Frontiers in Medicinal Chemistry

Volume: 6

Indexed in: Book Citation Index, Science (BKCI-S), Web of Science, BIOSIS Previews, EMBASE, Chemical Abstracts, EBSCO, Ulrich's Periodicals

“Frontiers in Medicinal Chemistry” is an Ebook series devoted to the review of areas of important topical interest to medicinal chemists and others in allied disciplines. “Frontiers in ...
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New Biological Approaches in Asthma: DNA-Based Therapy

Pp. 203-226 (24)

Li-Chieh Wang, Jyh-Hong Lee, Yao-Hsu Yang, Yu-Tsan Lin and Bor-Luen Chiang

Abstract

Asthma is characterized by airway inflammation, bronchial hyperresponsiveness, and reversible airway obstruction. Medications for asthma include corticosteroids, β2-adrenergic receptor agonists, chromones, methylxanthines, and leukotriene modifiers. Despite these advances in therapy, many symptoms are not well controlled. Since asthma is a chronic airway inflammation with a bias towards a type 2 T helper (Th2) cell response, some new approaches are targeted towards the Th2 inflammation pathway. These include anti-IgE therapy, anti-Th2 cytokine therapy, and therapies aiming at increasing Th1 cytokines. This article will focus on DNA-based therapy, a novel therapeutic strategy for asthma. Immunostimulatory gene therapy using CpG oligodeoxynucleotides with central deoxycytidyldeoxyguanosine (CpG) dinucleotide, in which the cytosine nucleobase is unmethylated, can stimulate the innate immunity and augment Th1 response. With DNA gene therapy, genes can be introduced to target Th1 cytokines or other mediators in the airway in order to counteract Th2 inflammation in asthma. Also, antisense oligonucleotides can target mRNA species of interest in asthma. Through these therapies, we can expect long-lasting effects, better control of symptoms, and reducing medication in the future.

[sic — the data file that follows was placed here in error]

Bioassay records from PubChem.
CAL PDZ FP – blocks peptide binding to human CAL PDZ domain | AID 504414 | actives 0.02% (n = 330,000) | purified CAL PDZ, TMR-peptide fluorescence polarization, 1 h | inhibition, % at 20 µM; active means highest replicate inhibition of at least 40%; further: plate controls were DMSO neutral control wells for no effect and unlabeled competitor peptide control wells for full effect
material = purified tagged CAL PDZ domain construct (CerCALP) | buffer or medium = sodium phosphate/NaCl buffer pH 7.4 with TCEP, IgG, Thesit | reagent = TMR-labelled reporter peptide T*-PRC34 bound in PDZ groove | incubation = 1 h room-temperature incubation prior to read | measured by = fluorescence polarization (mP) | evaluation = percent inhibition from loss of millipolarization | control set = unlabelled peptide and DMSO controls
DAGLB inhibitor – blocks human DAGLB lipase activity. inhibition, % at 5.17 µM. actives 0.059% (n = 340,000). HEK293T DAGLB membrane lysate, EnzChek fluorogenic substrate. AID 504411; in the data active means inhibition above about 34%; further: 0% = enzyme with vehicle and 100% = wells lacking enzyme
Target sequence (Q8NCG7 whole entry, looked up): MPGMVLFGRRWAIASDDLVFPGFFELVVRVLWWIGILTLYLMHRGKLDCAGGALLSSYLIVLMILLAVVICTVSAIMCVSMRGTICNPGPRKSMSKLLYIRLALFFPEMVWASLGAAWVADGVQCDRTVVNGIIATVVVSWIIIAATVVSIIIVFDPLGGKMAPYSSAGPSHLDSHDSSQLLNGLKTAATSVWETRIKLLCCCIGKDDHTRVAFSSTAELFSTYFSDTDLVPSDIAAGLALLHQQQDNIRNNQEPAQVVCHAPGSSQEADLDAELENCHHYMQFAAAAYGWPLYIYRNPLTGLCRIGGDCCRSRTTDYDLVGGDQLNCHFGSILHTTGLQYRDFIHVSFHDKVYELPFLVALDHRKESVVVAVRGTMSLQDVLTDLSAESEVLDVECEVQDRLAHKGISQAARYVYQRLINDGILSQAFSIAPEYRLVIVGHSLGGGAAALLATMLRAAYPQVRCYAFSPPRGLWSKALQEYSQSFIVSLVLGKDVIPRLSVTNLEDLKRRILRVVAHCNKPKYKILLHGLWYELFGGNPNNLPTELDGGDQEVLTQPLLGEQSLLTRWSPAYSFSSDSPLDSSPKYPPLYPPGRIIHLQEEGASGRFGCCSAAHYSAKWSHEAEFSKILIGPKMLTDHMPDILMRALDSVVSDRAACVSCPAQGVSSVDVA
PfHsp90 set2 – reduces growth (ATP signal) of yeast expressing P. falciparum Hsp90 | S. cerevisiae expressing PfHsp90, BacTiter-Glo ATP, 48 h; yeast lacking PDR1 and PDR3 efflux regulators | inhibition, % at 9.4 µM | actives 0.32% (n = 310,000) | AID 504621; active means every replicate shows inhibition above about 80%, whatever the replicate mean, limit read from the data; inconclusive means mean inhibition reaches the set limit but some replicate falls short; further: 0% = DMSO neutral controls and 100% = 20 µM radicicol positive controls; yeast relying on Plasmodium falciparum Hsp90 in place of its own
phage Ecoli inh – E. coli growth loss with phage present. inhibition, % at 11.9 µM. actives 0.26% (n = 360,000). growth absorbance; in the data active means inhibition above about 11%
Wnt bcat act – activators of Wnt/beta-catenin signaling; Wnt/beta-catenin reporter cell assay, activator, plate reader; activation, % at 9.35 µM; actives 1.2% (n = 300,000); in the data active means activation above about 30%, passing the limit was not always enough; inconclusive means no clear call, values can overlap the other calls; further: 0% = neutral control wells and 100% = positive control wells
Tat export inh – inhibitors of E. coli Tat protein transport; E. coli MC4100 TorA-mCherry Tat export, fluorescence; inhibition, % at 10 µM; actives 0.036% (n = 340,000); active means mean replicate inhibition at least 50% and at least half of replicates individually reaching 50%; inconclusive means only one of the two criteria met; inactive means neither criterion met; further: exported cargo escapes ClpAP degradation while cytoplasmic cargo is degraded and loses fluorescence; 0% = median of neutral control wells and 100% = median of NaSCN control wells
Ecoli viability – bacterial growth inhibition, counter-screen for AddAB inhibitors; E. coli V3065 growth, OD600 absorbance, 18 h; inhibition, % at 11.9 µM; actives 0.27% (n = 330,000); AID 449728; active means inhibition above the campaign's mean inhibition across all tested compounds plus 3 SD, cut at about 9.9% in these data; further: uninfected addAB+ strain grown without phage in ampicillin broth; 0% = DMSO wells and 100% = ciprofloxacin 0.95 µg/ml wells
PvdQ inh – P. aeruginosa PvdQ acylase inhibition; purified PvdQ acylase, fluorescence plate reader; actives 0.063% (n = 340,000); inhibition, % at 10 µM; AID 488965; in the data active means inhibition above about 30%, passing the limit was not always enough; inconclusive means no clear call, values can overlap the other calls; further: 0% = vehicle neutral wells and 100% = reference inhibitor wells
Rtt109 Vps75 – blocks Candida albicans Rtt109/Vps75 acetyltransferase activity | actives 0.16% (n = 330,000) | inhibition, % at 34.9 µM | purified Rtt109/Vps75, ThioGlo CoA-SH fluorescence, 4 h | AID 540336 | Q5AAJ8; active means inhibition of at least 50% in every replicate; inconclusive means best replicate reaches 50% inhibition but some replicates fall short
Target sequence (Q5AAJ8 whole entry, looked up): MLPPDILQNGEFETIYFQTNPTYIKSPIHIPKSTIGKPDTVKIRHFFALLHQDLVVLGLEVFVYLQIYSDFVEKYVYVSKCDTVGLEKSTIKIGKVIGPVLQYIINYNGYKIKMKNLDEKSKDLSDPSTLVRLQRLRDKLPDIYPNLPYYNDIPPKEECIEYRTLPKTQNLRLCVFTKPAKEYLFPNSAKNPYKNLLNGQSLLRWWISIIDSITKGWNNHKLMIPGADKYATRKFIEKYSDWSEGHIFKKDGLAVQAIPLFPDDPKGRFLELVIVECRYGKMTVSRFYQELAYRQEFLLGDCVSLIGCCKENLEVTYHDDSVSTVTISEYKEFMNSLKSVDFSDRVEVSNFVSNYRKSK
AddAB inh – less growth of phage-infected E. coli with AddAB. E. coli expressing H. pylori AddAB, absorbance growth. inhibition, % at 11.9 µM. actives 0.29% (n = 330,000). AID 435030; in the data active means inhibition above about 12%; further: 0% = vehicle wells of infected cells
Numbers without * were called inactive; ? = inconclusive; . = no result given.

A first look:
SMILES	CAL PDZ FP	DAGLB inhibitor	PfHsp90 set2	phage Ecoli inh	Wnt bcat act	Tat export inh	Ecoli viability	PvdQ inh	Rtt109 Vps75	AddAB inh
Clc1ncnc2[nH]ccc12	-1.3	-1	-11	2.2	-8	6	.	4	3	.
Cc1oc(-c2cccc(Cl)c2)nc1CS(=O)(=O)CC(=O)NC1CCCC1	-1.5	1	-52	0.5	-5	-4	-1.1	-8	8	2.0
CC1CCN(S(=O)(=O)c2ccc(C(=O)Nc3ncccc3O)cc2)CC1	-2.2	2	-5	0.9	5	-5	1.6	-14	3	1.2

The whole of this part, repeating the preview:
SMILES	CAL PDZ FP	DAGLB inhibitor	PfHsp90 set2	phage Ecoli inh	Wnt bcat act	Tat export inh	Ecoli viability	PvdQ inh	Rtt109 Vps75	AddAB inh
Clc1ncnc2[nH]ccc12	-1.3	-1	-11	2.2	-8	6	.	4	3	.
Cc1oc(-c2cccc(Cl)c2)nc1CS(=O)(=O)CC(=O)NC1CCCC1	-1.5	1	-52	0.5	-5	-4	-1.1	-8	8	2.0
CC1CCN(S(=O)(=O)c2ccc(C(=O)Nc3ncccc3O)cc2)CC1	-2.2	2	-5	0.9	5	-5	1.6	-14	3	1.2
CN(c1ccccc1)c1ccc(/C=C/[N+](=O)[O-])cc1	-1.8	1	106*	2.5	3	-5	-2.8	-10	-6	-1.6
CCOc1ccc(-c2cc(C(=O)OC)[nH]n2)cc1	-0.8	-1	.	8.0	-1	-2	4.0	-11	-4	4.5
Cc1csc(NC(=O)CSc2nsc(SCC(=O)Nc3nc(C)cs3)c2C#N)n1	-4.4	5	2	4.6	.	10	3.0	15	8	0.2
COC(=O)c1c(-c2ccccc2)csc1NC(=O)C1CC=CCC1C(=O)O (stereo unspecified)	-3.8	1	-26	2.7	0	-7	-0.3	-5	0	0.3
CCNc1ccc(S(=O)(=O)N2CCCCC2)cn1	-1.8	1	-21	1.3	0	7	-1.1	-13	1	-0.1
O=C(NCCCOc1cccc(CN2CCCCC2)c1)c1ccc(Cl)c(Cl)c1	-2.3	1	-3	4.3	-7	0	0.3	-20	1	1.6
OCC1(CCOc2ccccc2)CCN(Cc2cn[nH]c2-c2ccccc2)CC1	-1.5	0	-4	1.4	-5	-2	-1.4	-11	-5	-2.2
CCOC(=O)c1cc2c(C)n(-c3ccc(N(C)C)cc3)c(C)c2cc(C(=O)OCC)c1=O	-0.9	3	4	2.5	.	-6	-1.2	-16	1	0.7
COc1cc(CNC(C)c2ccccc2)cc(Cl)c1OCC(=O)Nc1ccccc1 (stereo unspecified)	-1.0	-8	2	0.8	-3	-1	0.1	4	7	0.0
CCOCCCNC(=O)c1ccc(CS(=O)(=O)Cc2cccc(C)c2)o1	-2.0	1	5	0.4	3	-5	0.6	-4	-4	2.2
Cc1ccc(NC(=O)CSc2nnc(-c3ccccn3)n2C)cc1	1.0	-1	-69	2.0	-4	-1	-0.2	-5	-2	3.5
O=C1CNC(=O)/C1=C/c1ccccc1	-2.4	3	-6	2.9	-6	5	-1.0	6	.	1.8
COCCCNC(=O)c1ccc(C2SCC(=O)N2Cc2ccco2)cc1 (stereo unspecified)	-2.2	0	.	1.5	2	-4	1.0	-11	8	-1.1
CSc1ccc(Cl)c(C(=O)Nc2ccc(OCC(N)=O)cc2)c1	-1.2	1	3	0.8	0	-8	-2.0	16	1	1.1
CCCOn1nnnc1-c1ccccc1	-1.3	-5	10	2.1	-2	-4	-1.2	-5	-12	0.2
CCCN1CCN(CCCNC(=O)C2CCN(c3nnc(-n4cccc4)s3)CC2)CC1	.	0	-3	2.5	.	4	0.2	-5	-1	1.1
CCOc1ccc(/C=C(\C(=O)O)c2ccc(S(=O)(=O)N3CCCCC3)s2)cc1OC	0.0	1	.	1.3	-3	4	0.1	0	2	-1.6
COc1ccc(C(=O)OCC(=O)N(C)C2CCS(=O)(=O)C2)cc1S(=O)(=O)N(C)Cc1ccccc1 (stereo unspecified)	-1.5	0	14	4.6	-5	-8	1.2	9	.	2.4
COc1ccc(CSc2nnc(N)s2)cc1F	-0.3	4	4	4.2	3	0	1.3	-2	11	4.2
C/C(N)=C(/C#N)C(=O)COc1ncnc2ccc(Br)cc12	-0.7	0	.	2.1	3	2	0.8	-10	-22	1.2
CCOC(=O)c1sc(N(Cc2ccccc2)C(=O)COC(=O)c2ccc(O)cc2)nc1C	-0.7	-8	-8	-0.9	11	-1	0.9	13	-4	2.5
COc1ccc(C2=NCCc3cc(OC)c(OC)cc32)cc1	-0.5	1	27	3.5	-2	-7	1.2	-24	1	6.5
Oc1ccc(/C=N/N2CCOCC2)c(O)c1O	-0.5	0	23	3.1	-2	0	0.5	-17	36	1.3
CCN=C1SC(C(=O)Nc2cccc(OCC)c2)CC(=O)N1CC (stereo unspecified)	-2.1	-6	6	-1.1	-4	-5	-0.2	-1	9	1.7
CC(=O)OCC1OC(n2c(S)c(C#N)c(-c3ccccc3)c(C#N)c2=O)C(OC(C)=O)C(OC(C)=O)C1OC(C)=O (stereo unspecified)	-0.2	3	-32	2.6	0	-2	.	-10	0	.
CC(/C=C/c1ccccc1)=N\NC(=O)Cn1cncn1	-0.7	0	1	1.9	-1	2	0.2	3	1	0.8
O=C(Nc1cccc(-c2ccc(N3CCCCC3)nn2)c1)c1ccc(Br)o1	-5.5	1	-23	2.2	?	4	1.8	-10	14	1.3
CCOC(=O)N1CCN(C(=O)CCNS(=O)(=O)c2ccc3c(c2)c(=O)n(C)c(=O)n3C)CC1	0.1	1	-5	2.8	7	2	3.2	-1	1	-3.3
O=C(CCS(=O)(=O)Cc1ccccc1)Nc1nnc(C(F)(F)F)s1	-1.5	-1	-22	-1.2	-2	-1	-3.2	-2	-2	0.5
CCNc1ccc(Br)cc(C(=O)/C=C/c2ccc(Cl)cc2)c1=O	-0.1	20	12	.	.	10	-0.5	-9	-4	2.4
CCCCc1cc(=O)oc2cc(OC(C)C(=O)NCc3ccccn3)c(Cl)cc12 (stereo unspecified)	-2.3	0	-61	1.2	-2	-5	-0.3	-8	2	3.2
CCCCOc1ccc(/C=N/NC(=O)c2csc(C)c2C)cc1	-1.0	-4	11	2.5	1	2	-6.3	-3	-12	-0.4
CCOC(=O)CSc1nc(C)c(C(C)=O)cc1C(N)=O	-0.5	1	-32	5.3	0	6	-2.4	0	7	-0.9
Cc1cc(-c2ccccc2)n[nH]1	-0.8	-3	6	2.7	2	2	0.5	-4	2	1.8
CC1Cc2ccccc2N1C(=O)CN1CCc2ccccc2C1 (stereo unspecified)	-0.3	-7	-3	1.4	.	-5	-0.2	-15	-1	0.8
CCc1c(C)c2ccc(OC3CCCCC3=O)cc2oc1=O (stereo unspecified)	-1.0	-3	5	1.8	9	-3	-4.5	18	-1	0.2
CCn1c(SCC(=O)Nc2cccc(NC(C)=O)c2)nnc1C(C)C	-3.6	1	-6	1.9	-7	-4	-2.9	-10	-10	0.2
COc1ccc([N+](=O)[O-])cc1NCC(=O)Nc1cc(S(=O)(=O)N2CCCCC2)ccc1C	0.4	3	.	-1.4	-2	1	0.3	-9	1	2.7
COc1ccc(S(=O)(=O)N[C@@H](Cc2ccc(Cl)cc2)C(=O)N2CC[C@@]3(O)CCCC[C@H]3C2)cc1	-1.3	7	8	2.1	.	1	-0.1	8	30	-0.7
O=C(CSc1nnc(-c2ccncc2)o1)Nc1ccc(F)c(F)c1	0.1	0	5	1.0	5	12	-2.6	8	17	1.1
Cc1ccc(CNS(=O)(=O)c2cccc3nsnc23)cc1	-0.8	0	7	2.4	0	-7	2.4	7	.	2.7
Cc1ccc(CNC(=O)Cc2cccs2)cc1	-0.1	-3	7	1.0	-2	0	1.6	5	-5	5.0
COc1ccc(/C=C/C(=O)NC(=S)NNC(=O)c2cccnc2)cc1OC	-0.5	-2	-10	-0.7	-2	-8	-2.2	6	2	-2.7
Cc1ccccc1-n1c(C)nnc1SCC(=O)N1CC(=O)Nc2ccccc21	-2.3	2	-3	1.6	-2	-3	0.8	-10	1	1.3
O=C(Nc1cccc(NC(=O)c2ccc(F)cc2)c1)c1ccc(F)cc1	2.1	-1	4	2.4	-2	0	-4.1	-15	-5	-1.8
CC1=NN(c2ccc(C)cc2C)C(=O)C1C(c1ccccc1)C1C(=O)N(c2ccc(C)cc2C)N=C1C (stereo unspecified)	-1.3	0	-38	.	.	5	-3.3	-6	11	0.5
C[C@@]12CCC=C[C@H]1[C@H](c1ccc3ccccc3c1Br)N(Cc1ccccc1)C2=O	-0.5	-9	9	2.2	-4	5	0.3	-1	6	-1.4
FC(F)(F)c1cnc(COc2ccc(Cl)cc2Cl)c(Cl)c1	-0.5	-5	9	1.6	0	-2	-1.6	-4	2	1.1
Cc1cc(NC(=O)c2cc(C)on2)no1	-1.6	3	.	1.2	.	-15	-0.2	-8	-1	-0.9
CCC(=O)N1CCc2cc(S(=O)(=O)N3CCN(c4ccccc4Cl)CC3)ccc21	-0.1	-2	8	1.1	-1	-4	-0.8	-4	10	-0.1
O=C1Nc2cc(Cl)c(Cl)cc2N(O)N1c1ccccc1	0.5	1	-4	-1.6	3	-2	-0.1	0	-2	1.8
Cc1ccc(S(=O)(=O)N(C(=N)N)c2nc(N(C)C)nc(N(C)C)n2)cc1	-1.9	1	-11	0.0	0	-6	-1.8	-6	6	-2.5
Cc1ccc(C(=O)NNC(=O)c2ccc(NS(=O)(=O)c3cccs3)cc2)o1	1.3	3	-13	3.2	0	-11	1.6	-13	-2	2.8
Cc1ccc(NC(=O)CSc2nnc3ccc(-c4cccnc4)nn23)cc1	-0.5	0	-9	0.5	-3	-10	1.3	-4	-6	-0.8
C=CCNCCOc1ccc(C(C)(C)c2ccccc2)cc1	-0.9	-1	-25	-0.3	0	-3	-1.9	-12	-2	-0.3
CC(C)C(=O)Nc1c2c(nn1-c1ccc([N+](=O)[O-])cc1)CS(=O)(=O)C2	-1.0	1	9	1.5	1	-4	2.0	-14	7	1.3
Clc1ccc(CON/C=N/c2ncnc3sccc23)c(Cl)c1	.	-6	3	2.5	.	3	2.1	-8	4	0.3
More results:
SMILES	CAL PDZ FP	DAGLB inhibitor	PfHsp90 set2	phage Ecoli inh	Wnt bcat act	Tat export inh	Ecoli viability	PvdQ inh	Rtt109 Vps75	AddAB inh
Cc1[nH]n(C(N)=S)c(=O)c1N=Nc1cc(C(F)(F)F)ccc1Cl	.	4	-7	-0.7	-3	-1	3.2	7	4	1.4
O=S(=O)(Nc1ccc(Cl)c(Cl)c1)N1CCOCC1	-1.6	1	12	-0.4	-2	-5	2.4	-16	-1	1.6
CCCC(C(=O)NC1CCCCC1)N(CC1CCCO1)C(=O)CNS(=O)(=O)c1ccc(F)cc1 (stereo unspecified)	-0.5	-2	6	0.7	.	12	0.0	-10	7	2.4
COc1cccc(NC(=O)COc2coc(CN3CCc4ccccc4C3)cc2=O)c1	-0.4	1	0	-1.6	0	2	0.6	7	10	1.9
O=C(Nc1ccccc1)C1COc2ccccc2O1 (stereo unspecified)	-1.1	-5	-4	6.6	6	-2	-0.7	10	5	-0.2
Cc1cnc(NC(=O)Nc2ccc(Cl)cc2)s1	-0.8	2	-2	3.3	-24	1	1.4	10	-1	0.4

Keywords:

Asthma, Th1/Th2, cytokine, CpG, gene therapy, antisense oligonucleotides.

Affiliation:

Department of Pediatrics, National Taiwan University Hospital, Taipei, Taiwan, ROC